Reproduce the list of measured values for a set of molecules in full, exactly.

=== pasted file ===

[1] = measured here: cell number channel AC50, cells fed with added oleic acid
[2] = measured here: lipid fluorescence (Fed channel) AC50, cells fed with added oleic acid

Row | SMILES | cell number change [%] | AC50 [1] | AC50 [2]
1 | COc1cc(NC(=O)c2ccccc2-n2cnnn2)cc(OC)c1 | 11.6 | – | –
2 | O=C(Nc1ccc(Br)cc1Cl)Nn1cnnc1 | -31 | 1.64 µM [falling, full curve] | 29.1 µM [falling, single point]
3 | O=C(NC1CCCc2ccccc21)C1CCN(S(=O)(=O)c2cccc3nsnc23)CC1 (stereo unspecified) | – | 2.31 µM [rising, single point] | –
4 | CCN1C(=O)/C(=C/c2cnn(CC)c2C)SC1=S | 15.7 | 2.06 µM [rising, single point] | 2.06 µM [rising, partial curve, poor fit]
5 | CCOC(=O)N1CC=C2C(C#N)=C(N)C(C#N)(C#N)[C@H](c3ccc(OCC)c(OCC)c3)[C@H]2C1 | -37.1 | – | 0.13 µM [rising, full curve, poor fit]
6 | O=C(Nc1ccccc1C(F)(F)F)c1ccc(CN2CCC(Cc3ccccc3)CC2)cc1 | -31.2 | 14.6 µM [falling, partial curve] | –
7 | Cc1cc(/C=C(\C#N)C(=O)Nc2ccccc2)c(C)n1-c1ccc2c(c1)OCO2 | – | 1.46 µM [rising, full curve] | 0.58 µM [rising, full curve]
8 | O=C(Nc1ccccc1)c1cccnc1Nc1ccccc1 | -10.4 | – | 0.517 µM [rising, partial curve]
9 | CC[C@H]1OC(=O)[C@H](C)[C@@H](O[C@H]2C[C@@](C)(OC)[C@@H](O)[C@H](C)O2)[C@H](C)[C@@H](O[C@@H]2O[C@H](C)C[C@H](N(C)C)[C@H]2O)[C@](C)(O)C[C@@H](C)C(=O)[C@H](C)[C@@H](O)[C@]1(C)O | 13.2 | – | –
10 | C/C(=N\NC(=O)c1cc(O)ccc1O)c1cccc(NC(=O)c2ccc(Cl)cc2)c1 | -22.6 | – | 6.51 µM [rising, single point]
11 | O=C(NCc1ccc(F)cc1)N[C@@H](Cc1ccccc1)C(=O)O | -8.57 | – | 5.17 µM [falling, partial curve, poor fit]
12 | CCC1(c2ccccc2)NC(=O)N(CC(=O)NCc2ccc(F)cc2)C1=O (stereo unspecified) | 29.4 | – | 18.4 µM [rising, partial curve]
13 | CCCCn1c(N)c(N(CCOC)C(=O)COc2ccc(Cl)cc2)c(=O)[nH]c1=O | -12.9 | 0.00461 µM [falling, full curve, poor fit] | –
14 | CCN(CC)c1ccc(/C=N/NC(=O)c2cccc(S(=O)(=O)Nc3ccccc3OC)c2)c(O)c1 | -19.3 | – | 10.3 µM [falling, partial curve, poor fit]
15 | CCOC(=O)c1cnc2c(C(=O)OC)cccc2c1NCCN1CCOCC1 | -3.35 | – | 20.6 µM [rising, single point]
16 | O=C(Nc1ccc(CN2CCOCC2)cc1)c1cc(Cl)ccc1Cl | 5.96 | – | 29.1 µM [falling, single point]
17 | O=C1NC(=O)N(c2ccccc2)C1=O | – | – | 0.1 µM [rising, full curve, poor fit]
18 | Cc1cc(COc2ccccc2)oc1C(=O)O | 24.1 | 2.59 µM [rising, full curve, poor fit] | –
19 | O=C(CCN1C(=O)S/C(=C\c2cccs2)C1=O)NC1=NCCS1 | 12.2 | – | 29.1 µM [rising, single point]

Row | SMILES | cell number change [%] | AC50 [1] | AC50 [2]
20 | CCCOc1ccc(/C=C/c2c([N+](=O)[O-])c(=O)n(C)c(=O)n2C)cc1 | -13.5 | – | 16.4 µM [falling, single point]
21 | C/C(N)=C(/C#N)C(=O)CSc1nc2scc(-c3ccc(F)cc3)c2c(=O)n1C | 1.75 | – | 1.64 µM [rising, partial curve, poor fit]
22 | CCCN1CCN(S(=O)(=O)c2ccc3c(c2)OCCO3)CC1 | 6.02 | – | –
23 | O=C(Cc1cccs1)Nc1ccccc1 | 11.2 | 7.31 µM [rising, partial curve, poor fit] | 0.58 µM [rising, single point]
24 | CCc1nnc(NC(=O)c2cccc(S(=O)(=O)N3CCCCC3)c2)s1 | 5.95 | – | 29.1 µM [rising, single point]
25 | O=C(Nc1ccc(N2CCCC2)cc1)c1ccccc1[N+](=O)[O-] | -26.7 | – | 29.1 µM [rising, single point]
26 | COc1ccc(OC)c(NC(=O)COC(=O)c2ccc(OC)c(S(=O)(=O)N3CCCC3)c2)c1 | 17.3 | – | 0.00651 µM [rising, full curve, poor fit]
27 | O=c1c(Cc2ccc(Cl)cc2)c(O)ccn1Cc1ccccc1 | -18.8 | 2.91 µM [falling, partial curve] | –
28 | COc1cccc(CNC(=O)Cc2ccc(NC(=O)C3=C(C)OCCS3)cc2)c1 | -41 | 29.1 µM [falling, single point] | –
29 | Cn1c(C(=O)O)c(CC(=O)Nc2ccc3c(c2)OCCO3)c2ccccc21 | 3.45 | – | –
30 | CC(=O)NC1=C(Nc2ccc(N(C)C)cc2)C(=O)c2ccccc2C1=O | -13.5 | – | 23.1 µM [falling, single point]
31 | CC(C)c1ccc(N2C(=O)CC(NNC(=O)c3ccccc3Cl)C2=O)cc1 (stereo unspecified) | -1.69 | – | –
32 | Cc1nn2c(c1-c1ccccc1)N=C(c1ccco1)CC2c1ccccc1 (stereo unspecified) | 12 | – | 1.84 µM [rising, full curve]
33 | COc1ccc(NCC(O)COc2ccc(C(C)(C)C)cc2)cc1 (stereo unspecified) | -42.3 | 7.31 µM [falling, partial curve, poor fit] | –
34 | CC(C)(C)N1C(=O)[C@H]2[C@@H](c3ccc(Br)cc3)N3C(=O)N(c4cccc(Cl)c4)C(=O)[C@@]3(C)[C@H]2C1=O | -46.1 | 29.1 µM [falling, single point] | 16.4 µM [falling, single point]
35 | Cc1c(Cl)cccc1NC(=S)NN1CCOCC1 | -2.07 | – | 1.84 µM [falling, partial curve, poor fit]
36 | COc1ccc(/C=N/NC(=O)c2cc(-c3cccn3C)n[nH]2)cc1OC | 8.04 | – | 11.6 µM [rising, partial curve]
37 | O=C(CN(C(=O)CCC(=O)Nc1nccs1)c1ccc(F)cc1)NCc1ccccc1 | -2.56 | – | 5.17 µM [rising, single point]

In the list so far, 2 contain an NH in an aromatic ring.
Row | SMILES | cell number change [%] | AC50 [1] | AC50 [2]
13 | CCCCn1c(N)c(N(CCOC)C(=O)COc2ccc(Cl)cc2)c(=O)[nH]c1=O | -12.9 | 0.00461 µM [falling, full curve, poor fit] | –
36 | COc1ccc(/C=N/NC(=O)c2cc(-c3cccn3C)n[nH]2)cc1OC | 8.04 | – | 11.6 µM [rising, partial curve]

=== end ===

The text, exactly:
[1] = measured here: cell number channel AC50, cells fed with added oleic acid
[2] = measured here: lipid fluorescence (Fed channel) AC50, cells fed with added oleic acid

Row | SMILES | cell number change [%] | AC50 [1] | AC50 [2]
1 | COc1cc(NC(=O)c2ccccc2-n2cnnn2)cc(OC)c1 | 11.6 | – | –
2 | O=C(Nc1ccc(Br)cc1Cl)Nn1cnnc1 | -31 | 1.64 µM [falling, full curve] | 29.1 µM [falling, single point]
3 | O=C(NC1CCCc2ccccc21)C1CCN(S(=O)(=O)c2cccc3nsnc23)CC1 (stereo unspecified) | – | 2.31 µM [rising, single point] | –
4 | CCN1C(=O)/C(=C/c2cnn(CC)c2C)SC1=S | 15.7 | 2.06 µM [rising, single point] | 2.06 µM [rising, partial curve, poor fit]
5 | CCOC(=O)N1CC=C2C(C#N)=C(N)C(C#N)(C#N)[C@H](c3ccc(OCC)c(OCC)c3)[C@H]2C1 | -37.1 | – | 0.13 µM [rising, full curve, poor fit]
6 | O=C(Nc1ccccc1C(F)(F)F)c1ccc(CN2CCC(Cc3ccccc3)CC2)cc1 | -31.2 | 14.6 µM [falling, partial curve] | –
7 | Cc1cc(/C=C(\C#N)C(=O)Nc2ccccc2)c(C)n1-c1ccc2c(c1)OCO2 | – | 1.46 µM [rising, full curve] | 0.58 µM [rising, full curve]
8 | O=C(Nc1ccccc1)c1cccnc1Nc1ccccc1 | -10.4 | – | 0.517 µM [rising, partial curve]
9 | CC[C@H]1OC(=O)[C@H](C)[C@@H](O[C@H]2C[C@@](C)(OC)[C@@H](O)[C@H](C)O2)[C@H](C)[C@@H](O[C@@H]2O[C@H](C)C[C@H](N(C)C)[C@H]2O)[C@](C)(O)C[C@@H](C)C(=O)[C@H](C)[C@@H](O)[C@]1(C)O | 13.2 | – | –
10 | C/C(=N\NC(=O)c1cc(O)ccc1O)c1cccc(NC(=O)c2ccc(Cl)cc2)c1 | -22.6 | – | 6.51 µM [rising, single point]
11 | O=C(NCc1ccc(F)cc1)N[C@@H](Cc1ccccc1)C(=O)O | -8.57 | – | 5.17 µM [falling, partial curve, poor fit]
12 | CCC1(c2ccccc2)NC(=O)N(CC(=O)NCc2ccc(F)cc2)C1=O (stereo unspecified) | 29.4 | – | 18.4 µM [rising, partial curve]
13 | CCCCn1c(N)c(N(CCOC)C(=O)COc2ccc(Cl)cc2)c(=O)[nH]c1=O | -12.9 | 0.00461 µM [falling, full curve, poor fit] | –
14 | CCN(CC)c1ccc(/C=N/NC(=O)c2cccc(S(=O)(=O)Nc3ccccc3OC)c2)c(O)c1 | -19.3 | – | 10.3 µM [falling, partial curve, poor fit]
15 | CCOC(=O)c1cnc2c(C(=O)OC)cccc2c1NCCN1CCOCC1 | -3.35 | – | 20.6 µM [rising, single point]
16 | O=C(Nc1ccc(CN2CCOCC2)cc1)c1cc(Cl)ccc1Cl | 5.96 | – | 29.1 µM [falling, single point]
17 | O=C1NC(=O)N(c2ccccc2)C1=O | – | – | 0.1 µM [rising, full curve, poor fit]
18 | Cc1cc(COc2ccccc2)oc1C(=O)O | 24.1 | 2.59 µM [rising, full curve, poor fit] | –
19 | O=C(CCN1C(=O)S/C(=C\c2cccs2)C1=O)NC1=NCCS1 | 12.2 | – | 29.1 µM [rising, single point]

Row | SMILES | cell number change [%] | AC50 [1] | AC50 [2]
20 | CCCOc1ccc(/C=C/c2c([N+](=O)[O-])c(=O)n(C)c(=O)n2C)cc1 | -13.5 | – | 16.4 µM [falling, single point]
21 | C/C(N)=C(/C#N)C(=O)CSc1nc2scc(-c3ccc(F)cc3)c2c(=O)n1C | 1.75 | – | 1.64 µM [rising, partial curve, poor fit]
22 | CCCN1CCN(S(=O)(=O)c2ccc3c(c2)OCCO3)CC1 | 6.02 | – | –
23 | O=C(Cc1cccs1)Nc1ccccc1 | 11.2 | 7.31 µM [rising, partial curve, poor fit] | 0.58 µM [rising, single point]
24 | CCc1nnc(NC(=O)c2cccc(S(=O)(=O)N3CCCCC3)c2)s1 | 5.95 | – | 29.1 µM [rising, single point]
25 | O=C(Nc1ccc(N2CCCC2)cc1)c1ccccc1[N+](=O)[O-] | -26.7 | – | 29.1 µM [rising, single point]
26 | COc1ccc(OC)c(NC(=O)COC(=O)c2ccc(OC)c(S(=O)(=O)N3CCCC3)c2)c1 | 17.3 | – | 0.00651 µM [rising, full curve, poor fit]
27 | O=c1c(Cc2ccc(Cl)cc2)c(O)ccn1Cc1ccccc1 | -18.8 | 2.91 µM [falling, partial curve] | –
28 | COc1cccc(CNC(=O)Cc2ccc(NC(=O)C3=C(C)OCCS3)cc2)c1 | -41 | 29.1 µM [falling, single point] | –
29 | Cn1c(C(=O)O)c(CC(=O)Nc2ccc3c(c2)OCCO3)c2ccccc21 | 3.45 | – | –
30 | CC(=O)NC1=C(Nc2ccc(N(C)C)cc2)C(=O)c2ccccc2C1=O | -13.5 | – | 23.1 µM [falling, single point]
31 | CC(C)c1ccc(N2C(=O)CC(NNC(=O)c3ccccc3Cl)C2=O)cc1 (stereo unspecified) | -1.69 | – | –
32 | Cc1nn2c(c1-c1ccccc1)N=C(c1ccco1)CC2c1ccccc1 (stereo unspecified) | 12 | – | 1.84 µM [rising, full curve]
33 | COc1ccc(NCC(O)COc2ccc(C(C)(C)C)cc2)cc1 (stereo unspecified) | -42.3 | 7.31 µM [falling, partial curve, poor fit] | –
34 | CC(C)(C)N1C(=O)[C@H]2[C@@H](c3ccc(Br)cc3)N3C(=O)N(c4cccc(Cl)c4)C(=O)[C@@]3(C)[C@H]2C1=O | -46.1 | 29.1 µM [falling, single point] | 16.4 µM [falling, single point]
35 | Cc1c(Cl)cccc1NC(=S)NN1CCOCC1 | -2.07 | – | 1.84 µM [falling, partial curve, poor fit]
36 | COc1ccc(/C=N/NC(=O)c2cc(-c3cccn3C)n[nH]2)cc1OC | 8.04 | – | 11.6 µM [rising, partial curve]
37 | O=C(CN(C(=O)CCC(=O)Nc1nccs1)c1ccc(F)cc1)NCc1ccccc1 | -2.56 | – | 5.17 µM [rising, single point]

In the list so far, 2 contain an NH in an aromatic ring.
Row | SMILES | cell number change [%] | AC50 [1] | AC50 [2]
13 | CCCCn1c(N)c(N(CCOC)C(=O)COc2ccc(Cl)cc2)c(=O)[nH]c1=O | -12.9 | 0.00461 µM [falling, full curve, poor fit] | –
36 | COc1ccc(/C=N/NC(=O)c2cc(-c3cccn3C)n[nH]2)cc1OC | 8.04 | – | 11.6 µM [rising, partial curve]